Roll Up Your Sleeves
When I was in eleventh grade, my history teacher warned me my idealism wouldn't be able to withstand the rigors of the "real world." He was one of those teachers who all the kids (and their parents) love to hate, but he had extremely clear guidelines for what he wanted in his students and I thrived. (It was one class I actually loved to do my homework in.)
He wanted everyone to think he was a cold hard cynic, but why would he have started teaching high school, if not for some spark of idealism?
And here's this neo-hippie girl, who very much identified as a "social anarchist" (which was something I basically thought I made up, but it turns out I didn't really). Who thinks she can change the world. Who thinks the world can be changed.
He warned me. But here's the thing: he didn't try to crush me. (Some of my other, actual cynical teachers did.)
No, I got As in his class. I got to discuss my heart out in class. It was one of the highlights of my year. I was actually very proud of myself for earning As in his class, as opposed to other classes where I skated along and didn't do much and got Bs or As.
(He was fired/ forced into early retirement at the end of my year. There were definite politics involved and I've always wanted to know the real story.)
And I think, in large respect, it is because of his class (and my twelfth grade economics/ civics class, which was even more kick-ass) that I learned, slowly but surely, to marry my idealism with pragmatism.
* To roll up my sleeves and Do The Work:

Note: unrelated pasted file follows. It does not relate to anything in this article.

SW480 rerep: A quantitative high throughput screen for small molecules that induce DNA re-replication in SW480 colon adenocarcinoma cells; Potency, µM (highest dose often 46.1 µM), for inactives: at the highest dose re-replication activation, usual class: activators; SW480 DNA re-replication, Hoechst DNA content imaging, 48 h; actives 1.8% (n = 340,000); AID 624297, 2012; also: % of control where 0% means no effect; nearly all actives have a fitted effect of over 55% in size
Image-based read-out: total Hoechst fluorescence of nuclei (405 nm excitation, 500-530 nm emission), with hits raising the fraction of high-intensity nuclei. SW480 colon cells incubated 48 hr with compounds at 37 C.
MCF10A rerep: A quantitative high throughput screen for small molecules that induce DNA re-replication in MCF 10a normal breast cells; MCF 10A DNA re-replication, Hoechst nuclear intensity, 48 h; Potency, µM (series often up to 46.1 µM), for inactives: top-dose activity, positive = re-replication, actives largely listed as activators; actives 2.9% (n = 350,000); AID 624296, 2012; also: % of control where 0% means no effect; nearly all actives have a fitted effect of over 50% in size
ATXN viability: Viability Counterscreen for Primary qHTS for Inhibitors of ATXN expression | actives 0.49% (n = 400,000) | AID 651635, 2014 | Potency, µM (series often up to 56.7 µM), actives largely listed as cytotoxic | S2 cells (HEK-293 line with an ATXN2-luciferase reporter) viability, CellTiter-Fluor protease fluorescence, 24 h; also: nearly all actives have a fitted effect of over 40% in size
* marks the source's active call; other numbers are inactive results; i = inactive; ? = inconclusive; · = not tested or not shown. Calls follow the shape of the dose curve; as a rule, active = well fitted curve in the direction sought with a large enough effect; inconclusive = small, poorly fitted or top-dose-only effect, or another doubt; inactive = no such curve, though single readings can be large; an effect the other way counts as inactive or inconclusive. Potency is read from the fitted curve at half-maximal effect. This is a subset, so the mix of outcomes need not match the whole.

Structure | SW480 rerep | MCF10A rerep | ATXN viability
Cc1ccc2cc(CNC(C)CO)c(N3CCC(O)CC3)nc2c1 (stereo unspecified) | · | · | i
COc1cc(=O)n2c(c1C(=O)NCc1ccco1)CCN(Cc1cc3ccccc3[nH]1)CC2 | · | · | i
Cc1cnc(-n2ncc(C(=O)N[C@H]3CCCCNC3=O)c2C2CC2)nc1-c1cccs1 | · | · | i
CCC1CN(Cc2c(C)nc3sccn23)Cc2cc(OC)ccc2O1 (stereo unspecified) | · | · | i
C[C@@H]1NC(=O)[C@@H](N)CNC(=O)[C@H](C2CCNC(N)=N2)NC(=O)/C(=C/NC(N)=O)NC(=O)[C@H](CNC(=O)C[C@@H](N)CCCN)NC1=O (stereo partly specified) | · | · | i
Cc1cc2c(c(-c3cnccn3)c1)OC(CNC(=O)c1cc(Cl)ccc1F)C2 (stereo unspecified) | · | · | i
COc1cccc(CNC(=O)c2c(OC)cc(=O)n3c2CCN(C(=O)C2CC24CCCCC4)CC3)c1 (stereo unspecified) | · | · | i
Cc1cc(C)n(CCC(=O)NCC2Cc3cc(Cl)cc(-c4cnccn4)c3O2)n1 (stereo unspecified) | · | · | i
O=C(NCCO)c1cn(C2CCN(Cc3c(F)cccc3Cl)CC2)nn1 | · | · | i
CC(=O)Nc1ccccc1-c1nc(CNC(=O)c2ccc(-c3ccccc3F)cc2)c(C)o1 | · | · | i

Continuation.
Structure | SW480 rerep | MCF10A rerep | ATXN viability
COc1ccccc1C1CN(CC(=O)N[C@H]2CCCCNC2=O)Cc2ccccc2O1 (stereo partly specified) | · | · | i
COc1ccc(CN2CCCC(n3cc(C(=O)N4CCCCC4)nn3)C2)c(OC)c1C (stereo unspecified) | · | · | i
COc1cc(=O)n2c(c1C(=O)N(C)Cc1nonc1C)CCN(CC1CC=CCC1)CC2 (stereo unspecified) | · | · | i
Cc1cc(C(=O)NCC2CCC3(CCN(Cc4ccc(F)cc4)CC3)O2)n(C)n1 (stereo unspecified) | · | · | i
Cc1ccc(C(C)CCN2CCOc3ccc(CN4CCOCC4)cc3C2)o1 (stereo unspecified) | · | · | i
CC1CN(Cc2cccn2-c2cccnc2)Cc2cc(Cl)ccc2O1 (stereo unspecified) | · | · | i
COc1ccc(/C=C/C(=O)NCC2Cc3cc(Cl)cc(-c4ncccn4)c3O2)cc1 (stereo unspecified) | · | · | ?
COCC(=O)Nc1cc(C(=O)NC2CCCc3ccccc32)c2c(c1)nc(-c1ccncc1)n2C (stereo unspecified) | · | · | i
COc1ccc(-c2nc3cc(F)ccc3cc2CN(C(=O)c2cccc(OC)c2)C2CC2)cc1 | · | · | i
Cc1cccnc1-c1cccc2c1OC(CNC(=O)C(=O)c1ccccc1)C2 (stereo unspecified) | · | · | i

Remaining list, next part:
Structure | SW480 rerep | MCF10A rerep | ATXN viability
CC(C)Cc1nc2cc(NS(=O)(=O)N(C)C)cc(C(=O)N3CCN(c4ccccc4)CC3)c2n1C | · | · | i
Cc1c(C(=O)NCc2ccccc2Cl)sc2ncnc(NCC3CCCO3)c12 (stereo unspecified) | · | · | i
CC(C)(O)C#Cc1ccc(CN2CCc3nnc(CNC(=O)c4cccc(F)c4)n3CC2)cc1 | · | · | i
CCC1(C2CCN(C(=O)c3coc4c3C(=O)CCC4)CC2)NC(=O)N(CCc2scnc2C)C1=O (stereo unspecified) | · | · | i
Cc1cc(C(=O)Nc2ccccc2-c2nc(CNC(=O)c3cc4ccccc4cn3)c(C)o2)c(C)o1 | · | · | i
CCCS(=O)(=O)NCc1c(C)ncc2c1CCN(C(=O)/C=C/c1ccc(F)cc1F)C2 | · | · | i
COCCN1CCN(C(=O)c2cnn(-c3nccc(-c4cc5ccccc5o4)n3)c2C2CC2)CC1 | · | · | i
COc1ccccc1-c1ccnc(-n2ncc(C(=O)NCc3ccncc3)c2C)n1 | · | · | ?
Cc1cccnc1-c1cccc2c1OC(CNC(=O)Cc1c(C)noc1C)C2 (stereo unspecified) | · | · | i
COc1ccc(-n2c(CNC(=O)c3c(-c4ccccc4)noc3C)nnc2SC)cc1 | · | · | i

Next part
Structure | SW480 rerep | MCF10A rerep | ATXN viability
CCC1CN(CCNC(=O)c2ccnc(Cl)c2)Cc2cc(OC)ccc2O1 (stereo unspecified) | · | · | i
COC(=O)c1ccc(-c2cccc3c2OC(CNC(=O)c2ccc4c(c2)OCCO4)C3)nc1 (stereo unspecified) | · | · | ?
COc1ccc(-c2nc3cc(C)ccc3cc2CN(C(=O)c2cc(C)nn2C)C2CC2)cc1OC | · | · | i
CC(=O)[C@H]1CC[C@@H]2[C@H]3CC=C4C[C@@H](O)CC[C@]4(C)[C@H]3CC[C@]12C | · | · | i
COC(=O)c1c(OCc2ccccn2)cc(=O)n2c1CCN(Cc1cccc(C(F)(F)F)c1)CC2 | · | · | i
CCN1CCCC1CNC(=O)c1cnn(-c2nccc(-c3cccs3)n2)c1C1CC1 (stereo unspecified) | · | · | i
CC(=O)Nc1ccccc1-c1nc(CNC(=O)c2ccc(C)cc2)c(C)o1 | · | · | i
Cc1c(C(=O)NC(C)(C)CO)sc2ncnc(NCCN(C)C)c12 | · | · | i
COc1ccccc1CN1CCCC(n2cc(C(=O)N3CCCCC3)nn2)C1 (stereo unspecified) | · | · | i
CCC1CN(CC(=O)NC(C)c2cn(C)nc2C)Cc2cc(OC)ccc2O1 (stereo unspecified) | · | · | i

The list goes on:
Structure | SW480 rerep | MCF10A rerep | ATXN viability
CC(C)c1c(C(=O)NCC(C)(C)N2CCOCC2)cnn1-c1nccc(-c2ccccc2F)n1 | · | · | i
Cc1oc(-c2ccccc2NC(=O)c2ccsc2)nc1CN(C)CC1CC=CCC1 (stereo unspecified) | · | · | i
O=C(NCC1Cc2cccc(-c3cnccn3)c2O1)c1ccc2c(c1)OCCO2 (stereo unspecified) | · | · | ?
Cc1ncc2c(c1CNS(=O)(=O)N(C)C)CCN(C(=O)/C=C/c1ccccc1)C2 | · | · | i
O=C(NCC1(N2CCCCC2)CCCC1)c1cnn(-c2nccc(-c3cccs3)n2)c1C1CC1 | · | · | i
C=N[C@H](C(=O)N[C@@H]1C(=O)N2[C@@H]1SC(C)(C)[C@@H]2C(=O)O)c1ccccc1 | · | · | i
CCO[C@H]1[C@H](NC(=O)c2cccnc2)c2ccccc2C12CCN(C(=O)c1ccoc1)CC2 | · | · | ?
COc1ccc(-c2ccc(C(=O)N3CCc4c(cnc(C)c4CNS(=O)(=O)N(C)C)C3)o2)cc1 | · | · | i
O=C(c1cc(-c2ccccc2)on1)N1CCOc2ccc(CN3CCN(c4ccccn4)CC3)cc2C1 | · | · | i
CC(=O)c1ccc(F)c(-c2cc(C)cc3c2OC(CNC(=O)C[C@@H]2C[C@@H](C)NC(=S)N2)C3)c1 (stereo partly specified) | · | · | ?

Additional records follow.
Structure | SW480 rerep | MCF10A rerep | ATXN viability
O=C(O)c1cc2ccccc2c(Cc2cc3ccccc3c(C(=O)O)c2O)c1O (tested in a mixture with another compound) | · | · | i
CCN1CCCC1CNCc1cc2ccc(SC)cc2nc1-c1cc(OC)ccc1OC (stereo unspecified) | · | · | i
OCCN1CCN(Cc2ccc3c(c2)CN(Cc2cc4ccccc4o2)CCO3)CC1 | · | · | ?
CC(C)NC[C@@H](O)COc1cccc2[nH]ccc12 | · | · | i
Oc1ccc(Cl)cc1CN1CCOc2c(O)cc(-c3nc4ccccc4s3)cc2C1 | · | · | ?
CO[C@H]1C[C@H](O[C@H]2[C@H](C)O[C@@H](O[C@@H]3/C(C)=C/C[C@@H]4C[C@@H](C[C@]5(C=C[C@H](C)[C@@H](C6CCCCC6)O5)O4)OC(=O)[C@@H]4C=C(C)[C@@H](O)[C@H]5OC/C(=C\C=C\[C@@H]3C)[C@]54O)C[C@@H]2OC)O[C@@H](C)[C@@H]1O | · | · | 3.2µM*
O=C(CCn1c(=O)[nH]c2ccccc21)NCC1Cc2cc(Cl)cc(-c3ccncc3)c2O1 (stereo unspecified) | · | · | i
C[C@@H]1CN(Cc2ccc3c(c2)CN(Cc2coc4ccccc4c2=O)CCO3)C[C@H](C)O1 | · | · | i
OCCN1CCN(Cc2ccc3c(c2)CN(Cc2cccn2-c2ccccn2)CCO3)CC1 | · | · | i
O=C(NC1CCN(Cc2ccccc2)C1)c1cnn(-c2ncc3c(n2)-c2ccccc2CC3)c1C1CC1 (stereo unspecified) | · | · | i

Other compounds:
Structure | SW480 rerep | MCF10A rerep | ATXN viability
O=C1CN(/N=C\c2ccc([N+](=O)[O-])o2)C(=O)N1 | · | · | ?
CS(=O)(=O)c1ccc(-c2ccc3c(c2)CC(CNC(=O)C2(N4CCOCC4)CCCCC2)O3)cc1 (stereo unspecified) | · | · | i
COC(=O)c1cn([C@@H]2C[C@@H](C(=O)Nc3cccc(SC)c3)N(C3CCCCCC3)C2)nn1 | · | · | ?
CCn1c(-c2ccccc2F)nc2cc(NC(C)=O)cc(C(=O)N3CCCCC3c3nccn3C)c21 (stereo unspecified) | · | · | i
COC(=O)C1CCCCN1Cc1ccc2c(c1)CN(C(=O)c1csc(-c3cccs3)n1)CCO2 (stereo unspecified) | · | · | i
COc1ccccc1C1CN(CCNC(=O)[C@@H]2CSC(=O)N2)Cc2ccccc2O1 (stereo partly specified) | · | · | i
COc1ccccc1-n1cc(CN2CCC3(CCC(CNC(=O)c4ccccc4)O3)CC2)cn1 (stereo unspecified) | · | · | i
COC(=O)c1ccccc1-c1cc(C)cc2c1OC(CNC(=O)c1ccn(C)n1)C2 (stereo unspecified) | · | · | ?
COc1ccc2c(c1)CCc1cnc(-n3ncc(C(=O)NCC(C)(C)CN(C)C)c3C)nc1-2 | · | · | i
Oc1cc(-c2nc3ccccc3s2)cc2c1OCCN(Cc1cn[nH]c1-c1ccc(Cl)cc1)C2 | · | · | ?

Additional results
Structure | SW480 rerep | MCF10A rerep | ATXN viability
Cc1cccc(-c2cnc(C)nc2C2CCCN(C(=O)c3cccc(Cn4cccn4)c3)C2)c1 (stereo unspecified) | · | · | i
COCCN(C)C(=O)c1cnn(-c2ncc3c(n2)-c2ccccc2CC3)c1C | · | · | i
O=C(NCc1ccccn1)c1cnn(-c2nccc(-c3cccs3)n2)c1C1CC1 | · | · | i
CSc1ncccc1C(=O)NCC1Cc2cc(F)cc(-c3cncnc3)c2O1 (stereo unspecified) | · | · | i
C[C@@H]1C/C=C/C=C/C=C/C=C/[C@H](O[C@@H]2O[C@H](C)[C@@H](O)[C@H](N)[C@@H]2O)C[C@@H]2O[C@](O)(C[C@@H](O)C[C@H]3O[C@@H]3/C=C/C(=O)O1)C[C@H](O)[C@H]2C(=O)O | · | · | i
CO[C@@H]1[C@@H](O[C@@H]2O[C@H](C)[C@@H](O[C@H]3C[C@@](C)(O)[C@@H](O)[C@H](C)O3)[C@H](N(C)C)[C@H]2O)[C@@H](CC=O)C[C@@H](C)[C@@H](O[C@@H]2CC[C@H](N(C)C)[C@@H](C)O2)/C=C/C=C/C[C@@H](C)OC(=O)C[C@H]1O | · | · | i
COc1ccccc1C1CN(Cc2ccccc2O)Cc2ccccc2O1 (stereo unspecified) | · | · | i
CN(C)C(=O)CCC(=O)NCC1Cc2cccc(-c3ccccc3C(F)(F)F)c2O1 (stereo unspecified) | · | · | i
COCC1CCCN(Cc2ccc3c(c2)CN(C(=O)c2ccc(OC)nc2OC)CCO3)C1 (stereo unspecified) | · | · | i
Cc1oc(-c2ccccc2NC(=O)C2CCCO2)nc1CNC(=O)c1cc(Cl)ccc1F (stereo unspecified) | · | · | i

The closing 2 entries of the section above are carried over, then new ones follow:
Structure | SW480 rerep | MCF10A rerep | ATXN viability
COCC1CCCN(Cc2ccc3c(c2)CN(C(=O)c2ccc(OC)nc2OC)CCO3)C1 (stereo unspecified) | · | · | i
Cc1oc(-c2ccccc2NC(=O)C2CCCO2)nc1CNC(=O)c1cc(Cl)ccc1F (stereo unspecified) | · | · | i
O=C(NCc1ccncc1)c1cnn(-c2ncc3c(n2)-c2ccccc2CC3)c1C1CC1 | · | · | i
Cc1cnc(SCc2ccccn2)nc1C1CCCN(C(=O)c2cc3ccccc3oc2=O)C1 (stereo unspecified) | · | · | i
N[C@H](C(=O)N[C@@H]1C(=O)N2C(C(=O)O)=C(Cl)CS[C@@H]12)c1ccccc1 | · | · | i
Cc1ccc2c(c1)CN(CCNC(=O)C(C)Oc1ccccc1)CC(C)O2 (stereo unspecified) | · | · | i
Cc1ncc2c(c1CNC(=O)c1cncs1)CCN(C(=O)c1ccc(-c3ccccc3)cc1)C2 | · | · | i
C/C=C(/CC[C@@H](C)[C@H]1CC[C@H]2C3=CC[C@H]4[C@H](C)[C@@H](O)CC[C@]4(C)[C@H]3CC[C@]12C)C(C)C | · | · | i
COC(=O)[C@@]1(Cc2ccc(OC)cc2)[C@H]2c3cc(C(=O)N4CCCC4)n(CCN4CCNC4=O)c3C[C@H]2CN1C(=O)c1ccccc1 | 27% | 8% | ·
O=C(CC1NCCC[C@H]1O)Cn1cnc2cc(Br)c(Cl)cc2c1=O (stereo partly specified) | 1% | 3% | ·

* To vote. (I've voted in almost every single election in which I was eligible, aside from a few local elections where absolutely no information was given in advance.)
* To create my art and through that, to share my heart with the world. (Hai internets, I love you!)
* To give as much as I can to charity. (Which for me, also includes being kind and generous to those around me.)
* To sign all those petitions and (despite my sensitive nature) to follow and have an opinion about the world around me. (This does NOT mean I watch the news anymore. I do not even listen to NPR as much as I could. But, I do follow basic news and I have opinions based on actual research - and yes, on my ideals.)
It's in the pragmatics that we see change, that we see HOW our idealism can change the world.
Oh, it is an awfully slow process and it hurts my sensitive soul, yes, but I can't give up because I love this world. I love the beauty and the wretchedness. I love the air and the soil and the technology that we've come up with.
I love the choices we have. The choices we have made for ourselves and the choices we don't think about until they are taken away.
I love the questions we ask and the questions we don't think to ask.
I love that we all have the answers locked somewhere inside of us and we just need the right question to understand it.
Yes, I love this world. I am an idealist. I believe, and work towards, a day when we will see the end of poverty and hate.
And, with much love to John Lennon, I know "I'm not the only one." My artists have my back. My fellow idealists have my back. Thank you.
And somewhere, somehow, even that cynical teacher that warned me against what the world could do to an idealist like me, even he had my back. Thank you.